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Justin Cowart

Justin Cowart

Justin Cowart

Justin Cowart is a geologist and amateur astronomer living in Carbondale, IL. Justin has had a lifelong interest in exploring space, and one of the most fun ways to satisfy that curiosity has been looking at the images returned by space missions. His interests lie in reprocessing old data (which looks surprisingly good when it's run through modern computers!) and finding aesthetically-pleasing images that may not have gotten noticed otherwise. He can be found on Twitter as @jccwrt, and on Flickr.

Latest Blog Posts

Capturing Martian Weather in Motion

November 04, 2016

Still images of Mars often give a false impression that Mars is a dead planet—but time-lapse imaging from the European Mars Express spacecraft reveals the planet as it really is.

Jupiter's Clouds: A Primer

July 08, 2016

With Juno arriving at Jupiter, Justin Cowart gives us a lesson on the giant planet's varied cloud patterns.

The Giant Volcanoes of Mars

May 04, 2016

Justin Cowart shares some spectacular images showcasing Mars' volcanoes from Mars Express.

Latest Processed Space Images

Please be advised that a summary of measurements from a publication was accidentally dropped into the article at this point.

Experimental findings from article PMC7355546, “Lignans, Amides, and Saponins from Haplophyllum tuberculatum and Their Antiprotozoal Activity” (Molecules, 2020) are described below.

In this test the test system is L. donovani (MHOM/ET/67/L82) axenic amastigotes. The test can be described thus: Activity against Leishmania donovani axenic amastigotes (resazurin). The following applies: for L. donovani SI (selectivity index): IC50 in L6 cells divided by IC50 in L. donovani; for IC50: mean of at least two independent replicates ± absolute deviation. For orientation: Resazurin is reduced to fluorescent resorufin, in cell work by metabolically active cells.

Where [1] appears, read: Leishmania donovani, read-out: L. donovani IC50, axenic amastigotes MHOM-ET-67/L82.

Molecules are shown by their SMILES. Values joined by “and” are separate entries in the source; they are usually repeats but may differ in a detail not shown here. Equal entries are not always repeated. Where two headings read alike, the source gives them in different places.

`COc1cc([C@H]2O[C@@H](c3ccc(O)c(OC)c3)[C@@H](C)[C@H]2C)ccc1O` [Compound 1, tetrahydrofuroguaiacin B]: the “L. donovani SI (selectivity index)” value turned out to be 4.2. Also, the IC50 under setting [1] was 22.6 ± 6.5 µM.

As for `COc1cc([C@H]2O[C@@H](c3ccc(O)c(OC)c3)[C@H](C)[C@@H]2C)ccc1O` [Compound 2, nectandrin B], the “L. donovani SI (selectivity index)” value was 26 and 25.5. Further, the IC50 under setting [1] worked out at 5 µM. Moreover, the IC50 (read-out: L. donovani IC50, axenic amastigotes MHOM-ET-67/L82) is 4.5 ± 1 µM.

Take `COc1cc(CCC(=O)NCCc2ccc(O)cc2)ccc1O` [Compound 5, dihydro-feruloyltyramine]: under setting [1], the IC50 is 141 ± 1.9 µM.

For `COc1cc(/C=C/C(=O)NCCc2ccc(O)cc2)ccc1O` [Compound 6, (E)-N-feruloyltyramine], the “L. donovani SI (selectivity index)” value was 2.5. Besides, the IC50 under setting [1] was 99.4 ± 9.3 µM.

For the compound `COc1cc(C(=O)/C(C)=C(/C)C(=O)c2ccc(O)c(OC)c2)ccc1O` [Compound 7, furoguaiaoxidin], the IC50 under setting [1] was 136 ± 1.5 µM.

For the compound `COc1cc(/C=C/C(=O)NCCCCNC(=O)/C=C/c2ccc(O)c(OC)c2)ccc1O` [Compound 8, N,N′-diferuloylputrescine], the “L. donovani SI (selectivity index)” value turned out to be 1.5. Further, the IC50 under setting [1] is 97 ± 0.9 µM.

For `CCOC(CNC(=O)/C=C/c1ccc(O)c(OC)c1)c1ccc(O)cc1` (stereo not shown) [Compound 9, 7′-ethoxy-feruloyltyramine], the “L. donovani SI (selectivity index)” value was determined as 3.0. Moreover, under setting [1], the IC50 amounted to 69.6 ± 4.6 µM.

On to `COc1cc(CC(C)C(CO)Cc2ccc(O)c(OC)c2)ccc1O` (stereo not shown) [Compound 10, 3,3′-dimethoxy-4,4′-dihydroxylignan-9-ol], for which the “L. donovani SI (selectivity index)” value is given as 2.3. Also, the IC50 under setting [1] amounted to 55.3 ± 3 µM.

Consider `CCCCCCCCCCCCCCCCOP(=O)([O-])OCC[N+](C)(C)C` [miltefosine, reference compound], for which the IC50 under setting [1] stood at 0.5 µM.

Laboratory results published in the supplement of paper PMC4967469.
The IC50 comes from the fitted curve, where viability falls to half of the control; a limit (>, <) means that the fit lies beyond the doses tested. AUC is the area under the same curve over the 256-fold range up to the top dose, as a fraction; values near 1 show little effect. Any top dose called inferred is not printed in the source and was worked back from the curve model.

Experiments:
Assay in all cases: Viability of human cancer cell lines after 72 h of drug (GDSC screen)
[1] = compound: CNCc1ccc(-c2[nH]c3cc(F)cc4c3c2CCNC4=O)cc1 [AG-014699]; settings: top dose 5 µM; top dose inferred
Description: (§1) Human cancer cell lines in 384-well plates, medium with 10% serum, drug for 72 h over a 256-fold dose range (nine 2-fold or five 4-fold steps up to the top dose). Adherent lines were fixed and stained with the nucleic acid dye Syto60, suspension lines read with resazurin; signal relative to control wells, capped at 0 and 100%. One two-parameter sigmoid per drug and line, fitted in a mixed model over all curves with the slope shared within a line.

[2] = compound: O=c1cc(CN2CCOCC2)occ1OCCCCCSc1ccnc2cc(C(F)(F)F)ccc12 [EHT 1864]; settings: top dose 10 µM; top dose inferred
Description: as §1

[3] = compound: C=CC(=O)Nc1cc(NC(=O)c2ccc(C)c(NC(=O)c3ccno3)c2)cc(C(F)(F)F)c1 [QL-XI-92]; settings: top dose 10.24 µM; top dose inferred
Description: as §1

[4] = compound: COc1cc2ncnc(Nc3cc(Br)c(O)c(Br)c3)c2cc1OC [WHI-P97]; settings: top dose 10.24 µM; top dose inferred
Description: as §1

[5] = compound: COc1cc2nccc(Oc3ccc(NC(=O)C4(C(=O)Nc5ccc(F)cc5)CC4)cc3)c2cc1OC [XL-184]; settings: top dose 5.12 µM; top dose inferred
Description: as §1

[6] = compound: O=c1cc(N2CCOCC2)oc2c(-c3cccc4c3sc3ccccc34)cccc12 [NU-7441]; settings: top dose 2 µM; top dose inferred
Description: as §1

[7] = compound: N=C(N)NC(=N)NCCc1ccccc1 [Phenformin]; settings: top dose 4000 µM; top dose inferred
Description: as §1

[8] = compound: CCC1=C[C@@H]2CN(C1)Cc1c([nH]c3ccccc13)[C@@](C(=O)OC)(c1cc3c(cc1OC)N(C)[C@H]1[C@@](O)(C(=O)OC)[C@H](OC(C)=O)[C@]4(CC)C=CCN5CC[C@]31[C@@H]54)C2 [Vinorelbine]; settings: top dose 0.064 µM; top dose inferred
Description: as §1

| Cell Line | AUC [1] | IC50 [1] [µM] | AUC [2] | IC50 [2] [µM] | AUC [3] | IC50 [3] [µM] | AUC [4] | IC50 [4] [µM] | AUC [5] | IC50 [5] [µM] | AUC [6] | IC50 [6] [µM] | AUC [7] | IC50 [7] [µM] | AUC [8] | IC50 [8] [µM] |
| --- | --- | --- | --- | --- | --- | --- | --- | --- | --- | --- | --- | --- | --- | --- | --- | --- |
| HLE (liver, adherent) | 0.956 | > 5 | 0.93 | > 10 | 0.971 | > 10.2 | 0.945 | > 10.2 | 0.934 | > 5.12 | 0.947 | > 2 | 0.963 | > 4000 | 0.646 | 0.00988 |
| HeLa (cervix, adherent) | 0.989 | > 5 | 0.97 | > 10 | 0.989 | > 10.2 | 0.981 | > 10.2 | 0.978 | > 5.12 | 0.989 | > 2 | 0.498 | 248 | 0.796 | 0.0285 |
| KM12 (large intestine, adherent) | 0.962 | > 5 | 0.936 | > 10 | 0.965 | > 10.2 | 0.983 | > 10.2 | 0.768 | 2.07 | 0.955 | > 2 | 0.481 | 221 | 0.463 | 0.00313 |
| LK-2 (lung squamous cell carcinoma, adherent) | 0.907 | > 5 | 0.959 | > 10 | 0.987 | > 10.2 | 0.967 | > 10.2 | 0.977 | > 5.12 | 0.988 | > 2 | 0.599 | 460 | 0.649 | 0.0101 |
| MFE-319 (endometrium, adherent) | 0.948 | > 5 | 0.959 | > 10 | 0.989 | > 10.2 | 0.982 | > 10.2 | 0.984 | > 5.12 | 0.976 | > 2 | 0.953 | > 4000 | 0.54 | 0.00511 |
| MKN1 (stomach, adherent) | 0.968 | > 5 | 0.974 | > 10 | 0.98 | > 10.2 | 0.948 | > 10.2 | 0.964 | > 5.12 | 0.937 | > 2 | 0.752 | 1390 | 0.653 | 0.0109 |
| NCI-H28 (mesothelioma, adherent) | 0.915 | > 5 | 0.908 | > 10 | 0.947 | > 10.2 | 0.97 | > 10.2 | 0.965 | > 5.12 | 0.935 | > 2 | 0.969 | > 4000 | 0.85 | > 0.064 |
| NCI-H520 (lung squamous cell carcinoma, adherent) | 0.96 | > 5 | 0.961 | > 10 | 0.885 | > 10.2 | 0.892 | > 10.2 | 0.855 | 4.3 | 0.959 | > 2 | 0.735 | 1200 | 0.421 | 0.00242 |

Solis Planum from Mars Express

July 25, 2017

Mars Express view of southern Noachis Terra on December 19, 2015. This image was made from a two color (blue/green) observation of hazes in the atmosphere. This image is largely centered on Solis Planum and the Thaumasia Plateau, a large lava plain. These regions are among the highest terrain on Mars outside of the Tharsis volcanoes. A networked cluster of fissures known as Noctis Labyrinthus is visible along the left edge of the image. These fissures form the western end of the Valles Marineris canyon system and were formed by the immense weight of the Tharsis volcanoes cracking the surface open.

Southern Aonia Terra from Mars Express

July 25, 2017

Mars Express view of southern Noachis Terra on February 13, 2016. This image was made from a two color (blue/green) observation of hazes in the atmosphere. This image captures an area of the Martian southern highlands, an ancient and heavily cratered region of Mars. Several large impact craters can be seen in this image. In the foreground is the multi-ringed Lowell Crater, which measures 200 km across. A similarly sized, but heavily eroded unnamed crater can be seen at its 1 o'clock position. On the horizon sits the western rim of the 1800 km Argyre Basin, the second largest visible crater on the Martian surface.

Chryse Planitia and Western Arabia Terra from Mars Express

July 25, 2017

Mars Express view of Chryse Planitia and western Arabia Terra on February 23, 2015. This image was made from a two color (blue-green) observation of hazes in the atmosphere. A seasonal dust cloud drifts above the southern edge of Chryse Planitia. Small local dust storms contributing to this dust cloud can be seen to its left. Meanwhile, the skies over western Arabia Terra and Margaritifer Terra were relatively dust-free.

astronaut on Phobos
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